Best tracks:  “coordinate”, “the ends”, “way back”, “through the late night”, “pick up the phone”


3. Days Before Rodeo

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The second mixtape by Travis and prelude to Rodeo is a classic trap mixtape, and the first full introduction to Travis Scott. Days Before Rodeo brought an artistic, more thoughtful angle to alternative trap music with the vocal styles and production. The originality is undoubtable and saw Scott find his lane that he went on to own with the best project of his career. The ominous, dark tone is what drives the brilliance of Days Before Rodeo, beginning it with “The Prayer”. It is the peak of Travis’ evil-toned vocal delivery and additional experimentation with his voice. In moments like “Zombies” and “Grey”, Travis Scott is still finding his bearings as a vocalist, and unlocking his best song ideas. However, Days Before Rodeo is a mixtape after all, and these aspects are what a mixtape fundamentally consist of.

Best tracks:  “Mamacita”, “Sloppy Toppy”, “The Prayer”, “Drugs You Should Try It”, “BACC”, “Basement Freestyle”, “Quintana Pt. 2”


2. Astroworld

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For a 17-track album, Astroworld is incredibly strong. Scott’s third solo album whisks alternative trap and rudimentary trap to create a fulfilling balance of complexity and simplicity. The delicate details, range in production and star-studded lineup fulfils Scott’s intentions to transform the nostalgic environment of AstroWorld into an entertaining musical adaptation. Tracks like “Stop Trying to Be God” showcase Scott’s flair for collaborations, often taking a backseat to play the role as the man behind the magic. Elsewhere there is relentless replay value (“No Bystanders”, “Houstonfornication”, “Sicko Mode”), with the album granting only one genuine misstep (“Wake Up”). If Birds in the Trap Sing McKnight was considered a step in the wrong direction, Astroworld makes amends by reinstalling creative ambition.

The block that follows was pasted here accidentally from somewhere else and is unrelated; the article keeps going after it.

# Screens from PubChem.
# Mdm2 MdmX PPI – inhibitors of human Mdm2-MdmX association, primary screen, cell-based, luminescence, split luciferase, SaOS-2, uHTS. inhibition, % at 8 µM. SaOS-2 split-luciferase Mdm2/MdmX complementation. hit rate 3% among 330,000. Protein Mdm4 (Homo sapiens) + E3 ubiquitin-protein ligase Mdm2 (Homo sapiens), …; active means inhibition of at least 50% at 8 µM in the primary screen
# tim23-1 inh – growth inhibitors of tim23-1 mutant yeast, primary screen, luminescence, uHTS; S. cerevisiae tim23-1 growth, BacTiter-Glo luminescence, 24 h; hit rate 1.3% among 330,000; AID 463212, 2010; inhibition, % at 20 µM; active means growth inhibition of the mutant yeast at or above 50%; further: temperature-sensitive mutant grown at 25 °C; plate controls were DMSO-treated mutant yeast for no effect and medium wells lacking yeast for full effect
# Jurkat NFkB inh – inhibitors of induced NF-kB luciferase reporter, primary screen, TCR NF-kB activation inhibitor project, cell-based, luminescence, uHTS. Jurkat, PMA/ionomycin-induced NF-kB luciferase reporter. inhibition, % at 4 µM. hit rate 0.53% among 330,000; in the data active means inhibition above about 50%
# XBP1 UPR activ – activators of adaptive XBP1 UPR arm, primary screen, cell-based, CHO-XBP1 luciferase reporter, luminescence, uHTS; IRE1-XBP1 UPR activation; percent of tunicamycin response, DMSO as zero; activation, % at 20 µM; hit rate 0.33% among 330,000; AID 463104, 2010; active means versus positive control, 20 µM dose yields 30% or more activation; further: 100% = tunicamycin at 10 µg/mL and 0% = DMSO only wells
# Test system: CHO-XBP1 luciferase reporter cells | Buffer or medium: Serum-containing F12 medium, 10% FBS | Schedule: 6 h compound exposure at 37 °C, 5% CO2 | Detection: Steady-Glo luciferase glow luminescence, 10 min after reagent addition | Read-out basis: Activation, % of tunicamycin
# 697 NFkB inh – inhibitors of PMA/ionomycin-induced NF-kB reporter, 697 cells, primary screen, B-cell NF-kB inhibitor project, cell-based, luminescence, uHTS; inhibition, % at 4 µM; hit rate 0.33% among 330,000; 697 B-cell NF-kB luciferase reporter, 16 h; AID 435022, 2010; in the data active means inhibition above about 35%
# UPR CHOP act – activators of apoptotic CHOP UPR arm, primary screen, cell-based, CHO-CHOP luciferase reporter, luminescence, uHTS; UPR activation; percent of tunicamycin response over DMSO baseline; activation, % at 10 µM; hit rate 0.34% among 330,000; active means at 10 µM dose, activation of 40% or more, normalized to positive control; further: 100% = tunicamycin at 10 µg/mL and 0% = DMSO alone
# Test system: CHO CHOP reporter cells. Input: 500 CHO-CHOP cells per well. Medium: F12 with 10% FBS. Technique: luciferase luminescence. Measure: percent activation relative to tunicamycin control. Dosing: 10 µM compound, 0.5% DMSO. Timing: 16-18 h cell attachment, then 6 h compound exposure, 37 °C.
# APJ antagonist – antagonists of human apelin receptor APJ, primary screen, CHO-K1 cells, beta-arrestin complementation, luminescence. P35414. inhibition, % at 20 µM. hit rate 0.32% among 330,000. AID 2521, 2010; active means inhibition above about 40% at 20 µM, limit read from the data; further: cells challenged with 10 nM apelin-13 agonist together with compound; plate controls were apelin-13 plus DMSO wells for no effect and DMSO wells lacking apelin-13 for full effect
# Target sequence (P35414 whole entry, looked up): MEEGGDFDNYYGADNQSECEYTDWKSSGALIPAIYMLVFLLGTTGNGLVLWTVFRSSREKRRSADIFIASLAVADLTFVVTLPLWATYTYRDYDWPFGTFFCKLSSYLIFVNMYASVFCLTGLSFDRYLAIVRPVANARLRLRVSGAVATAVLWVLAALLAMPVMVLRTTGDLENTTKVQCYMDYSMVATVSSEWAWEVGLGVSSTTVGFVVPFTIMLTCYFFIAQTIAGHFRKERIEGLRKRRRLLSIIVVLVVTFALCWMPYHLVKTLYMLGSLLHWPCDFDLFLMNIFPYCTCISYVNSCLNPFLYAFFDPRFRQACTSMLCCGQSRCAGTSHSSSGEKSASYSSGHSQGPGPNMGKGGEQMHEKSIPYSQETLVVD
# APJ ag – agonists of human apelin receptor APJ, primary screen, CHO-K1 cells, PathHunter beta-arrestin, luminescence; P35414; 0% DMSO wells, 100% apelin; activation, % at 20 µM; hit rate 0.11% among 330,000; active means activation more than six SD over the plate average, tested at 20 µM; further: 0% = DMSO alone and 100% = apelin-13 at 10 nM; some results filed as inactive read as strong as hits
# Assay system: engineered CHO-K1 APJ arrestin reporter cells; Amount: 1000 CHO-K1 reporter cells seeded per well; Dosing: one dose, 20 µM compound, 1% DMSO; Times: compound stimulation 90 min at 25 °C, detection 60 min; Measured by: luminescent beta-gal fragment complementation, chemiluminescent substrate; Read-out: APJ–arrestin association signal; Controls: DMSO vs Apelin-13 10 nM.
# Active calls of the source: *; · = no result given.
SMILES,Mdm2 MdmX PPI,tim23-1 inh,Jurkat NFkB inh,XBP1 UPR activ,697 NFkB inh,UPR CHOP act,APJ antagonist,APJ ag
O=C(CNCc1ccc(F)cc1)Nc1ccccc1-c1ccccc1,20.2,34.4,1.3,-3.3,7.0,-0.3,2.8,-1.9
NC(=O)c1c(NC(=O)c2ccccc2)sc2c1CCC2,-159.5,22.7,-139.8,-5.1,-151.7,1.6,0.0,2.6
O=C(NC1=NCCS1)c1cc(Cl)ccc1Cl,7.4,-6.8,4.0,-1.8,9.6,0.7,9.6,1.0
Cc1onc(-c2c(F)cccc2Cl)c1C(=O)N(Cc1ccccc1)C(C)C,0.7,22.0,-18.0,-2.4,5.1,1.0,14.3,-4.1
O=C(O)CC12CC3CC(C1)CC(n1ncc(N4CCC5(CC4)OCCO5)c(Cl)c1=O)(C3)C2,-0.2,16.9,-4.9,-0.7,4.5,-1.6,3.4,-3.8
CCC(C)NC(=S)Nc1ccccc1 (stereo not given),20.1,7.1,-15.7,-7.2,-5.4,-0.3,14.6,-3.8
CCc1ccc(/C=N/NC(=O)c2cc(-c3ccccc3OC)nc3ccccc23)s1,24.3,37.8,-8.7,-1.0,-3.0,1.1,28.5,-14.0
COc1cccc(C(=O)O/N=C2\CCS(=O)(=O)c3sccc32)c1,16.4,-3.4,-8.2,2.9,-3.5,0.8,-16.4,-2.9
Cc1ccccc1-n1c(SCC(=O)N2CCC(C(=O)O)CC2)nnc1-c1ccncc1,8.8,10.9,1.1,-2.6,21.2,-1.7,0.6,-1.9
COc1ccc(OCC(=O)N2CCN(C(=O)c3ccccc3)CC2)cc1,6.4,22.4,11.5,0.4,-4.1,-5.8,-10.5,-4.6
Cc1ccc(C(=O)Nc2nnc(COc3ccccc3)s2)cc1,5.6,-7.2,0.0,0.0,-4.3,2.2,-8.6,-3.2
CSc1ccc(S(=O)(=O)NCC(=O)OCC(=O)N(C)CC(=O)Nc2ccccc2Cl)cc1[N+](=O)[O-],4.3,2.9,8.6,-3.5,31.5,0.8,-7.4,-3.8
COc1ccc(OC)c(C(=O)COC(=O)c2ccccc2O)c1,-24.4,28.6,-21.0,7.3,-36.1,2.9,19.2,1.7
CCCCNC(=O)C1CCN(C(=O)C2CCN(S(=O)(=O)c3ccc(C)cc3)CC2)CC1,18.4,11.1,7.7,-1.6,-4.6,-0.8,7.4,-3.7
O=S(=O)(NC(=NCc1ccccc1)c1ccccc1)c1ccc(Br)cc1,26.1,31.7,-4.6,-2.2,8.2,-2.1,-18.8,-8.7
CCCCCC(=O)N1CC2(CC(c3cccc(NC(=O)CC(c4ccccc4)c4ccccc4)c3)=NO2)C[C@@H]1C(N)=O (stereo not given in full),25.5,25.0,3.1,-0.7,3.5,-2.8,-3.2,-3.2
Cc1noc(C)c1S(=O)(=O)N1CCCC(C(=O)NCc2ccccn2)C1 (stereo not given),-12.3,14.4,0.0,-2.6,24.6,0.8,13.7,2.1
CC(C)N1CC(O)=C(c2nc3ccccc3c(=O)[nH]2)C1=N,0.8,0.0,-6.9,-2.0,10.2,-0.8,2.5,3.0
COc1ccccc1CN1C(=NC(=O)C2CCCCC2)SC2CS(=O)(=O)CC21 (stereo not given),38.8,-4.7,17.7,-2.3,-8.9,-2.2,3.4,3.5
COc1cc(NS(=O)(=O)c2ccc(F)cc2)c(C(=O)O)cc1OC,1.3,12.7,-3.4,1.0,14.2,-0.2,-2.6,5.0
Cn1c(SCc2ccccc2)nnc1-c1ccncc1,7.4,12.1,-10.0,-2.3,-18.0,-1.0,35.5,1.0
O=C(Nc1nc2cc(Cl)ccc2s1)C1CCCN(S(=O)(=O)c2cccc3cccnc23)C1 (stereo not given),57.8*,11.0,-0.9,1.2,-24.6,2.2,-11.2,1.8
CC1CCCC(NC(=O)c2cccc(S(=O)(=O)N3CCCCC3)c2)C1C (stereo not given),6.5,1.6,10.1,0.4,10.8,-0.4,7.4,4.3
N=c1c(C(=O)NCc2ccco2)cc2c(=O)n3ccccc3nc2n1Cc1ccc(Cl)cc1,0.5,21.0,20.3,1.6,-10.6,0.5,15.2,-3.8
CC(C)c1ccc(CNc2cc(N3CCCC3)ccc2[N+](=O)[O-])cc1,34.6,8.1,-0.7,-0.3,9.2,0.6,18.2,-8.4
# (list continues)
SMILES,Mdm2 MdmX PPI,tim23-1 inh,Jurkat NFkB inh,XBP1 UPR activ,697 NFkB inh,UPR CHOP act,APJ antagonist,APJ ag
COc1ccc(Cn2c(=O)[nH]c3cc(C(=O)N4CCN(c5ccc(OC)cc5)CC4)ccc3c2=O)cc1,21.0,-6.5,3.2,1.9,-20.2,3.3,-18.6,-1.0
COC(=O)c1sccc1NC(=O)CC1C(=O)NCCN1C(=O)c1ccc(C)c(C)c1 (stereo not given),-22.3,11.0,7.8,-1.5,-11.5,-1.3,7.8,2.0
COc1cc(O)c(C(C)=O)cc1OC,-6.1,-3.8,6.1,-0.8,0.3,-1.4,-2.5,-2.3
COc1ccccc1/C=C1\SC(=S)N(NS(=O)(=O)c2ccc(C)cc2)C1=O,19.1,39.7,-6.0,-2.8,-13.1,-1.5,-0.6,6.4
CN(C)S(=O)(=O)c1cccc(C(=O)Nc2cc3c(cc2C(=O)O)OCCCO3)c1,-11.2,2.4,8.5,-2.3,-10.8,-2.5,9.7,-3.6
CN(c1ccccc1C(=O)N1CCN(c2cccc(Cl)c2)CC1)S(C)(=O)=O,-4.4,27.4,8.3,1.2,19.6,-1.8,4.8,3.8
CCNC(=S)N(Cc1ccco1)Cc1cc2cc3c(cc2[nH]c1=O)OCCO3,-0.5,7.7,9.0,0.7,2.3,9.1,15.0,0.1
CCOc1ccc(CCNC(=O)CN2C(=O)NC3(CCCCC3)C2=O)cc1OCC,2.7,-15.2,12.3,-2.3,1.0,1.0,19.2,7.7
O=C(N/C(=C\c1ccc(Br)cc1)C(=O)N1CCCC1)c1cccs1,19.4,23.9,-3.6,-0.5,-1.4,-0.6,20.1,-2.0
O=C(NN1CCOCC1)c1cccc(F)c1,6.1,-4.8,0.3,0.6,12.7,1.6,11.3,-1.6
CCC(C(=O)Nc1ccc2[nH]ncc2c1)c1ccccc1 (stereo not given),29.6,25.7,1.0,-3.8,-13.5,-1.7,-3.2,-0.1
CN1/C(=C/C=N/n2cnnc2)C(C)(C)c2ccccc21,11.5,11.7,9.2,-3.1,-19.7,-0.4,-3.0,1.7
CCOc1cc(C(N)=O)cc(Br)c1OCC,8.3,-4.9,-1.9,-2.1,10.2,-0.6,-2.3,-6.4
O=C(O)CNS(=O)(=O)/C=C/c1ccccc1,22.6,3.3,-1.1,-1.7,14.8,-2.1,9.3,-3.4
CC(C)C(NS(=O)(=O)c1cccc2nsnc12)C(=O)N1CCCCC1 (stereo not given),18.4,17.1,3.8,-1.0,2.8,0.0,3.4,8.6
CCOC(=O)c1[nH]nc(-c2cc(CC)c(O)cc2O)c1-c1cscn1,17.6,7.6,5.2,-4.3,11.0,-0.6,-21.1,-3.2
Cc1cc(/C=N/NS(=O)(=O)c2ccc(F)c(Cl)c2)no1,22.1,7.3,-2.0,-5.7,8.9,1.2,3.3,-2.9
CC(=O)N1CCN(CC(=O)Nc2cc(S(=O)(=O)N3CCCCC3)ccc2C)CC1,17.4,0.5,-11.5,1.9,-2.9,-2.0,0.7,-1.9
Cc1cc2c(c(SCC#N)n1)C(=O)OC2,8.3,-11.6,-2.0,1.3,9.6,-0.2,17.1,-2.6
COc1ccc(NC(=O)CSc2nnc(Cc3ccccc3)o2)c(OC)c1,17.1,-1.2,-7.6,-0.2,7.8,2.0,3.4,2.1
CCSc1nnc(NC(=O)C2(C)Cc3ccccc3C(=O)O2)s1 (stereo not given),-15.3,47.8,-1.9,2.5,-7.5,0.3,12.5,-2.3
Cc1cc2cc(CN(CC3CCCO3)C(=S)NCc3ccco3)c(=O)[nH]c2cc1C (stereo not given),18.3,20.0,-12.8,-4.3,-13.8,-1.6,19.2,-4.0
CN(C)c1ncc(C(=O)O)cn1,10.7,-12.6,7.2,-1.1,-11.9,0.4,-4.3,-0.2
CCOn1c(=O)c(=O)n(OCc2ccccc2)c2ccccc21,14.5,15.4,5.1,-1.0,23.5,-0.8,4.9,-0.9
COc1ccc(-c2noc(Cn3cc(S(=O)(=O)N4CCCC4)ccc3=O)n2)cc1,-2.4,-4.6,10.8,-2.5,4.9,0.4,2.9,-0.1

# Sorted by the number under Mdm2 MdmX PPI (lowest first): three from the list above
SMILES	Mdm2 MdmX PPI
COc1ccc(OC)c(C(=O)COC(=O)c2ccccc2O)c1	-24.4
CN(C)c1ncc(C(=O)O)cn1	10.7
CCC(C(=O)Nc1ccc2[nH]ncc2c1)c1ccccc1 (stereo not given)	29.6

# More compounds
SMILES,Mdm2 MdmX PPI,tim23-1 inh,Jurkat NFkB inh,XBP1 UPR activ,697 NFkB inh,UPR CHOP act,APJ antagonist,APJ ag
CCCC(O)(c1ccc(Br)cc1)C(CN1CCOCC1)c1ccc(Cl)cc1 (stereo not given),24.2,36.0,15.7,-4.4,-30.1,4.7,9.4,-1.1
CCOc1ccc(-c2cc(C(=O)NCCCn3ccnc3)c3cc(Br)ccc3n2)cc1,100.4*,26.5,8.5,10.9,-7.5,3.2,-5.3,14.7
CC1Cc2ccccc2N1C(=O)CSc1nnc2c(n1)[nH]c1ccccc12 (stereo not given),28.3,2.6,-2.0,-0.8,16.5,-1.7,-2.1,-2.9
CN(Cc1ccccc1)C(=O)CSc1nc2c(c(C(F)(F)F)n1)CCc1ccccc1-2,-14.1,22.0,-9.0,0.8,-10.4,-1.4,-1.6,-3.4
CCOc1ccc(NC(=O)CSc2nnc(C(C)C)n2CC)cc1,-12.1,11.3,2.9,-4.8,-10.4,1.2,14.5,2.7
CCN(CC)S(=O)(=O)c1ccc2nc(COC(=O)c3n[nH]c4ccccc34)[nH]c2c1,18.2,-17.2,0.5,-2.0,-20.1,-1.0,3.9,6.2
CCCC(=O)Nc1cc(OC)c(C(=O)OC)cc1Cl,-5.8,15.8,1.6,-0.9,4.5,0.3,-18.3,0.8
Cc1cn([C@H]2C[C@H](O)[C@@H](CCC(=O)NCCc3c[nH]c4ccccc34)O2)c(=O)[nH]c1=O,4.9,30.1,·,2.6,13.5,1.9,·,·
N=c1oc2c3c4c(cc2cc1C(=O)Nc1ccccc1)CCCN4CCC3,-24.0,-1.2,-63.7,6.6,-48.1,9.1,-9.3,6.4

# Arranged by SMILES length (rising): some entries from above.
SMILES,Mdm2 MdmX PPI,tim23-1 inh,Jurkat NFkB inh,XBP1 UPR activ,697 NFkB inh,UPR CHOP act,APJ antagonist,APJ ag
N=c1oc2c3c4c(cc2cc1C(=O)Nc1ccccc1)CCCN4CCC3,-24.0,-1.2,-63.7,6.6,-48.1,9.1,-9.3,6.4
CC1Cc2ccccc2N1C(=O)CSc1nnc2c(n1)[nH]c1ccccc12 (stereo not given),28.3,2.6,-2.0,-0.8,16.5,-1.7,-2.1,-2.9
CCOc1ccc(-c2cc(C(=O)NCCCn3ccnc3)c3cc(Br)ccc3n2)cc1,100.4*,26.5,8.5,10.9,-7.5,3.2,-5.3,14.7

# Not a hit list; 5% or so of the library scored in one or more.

Best tracks: “Stop Trying to Be God”, “No Bystanders”, “Sicko Mode”, “Yosemite”, “Can’t Say”, “Coffee Bean”, “Houstonfornication”, “Stargazing”

📌 Read the review to ‘Astroworld’


1. Rodeo

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The second classic, and Travis Scott’s best project to date, Rodeo builds upon the alternative trap foundation set by Days Before Rodeo and there’s nothing else quite like it. There’s not a single misstep on here, except I’m still not entirely used to the slow pace of “Impossible”. There’s a handful of 6-7 minute songs that transition impeccably between their two halves while incorporating multiple layers within the complex production (“Nightcrawler”). Songs like “Oh My / Dis Side”, “3500” and “OK / Alright” have clearly been carefully crafted as they’re individually packed with multiple ideas that flow perfectly with each other. The most one-dimensional song on here is “I Can Tell” but that’s still a highlight within itself. The guest features never outshine the main act but all merge well with whatever song they’re on, with Chief Keef and 2 Chainz providing the most stand-out guest verses. Plus, Rodeo has the one commercial hit that it needed (“Antidote”). Rodeo is practically flawless and perfectly layered across its sixteen tracks and is the peak of Travis Scott’s artistry.

Favourite tracks:  “Nightcrawler”, “3500”, “Oh My / Dis Side”, “90210”, “Pornography”, “Never Catch Me”, “OK / Alright”, “I Can Tell”


This post was updated on March 17, 2018 and August 15, 2018 to account for the releases of ‘Huncho Jack, Jack Huncho’ and ‘Astroworld’.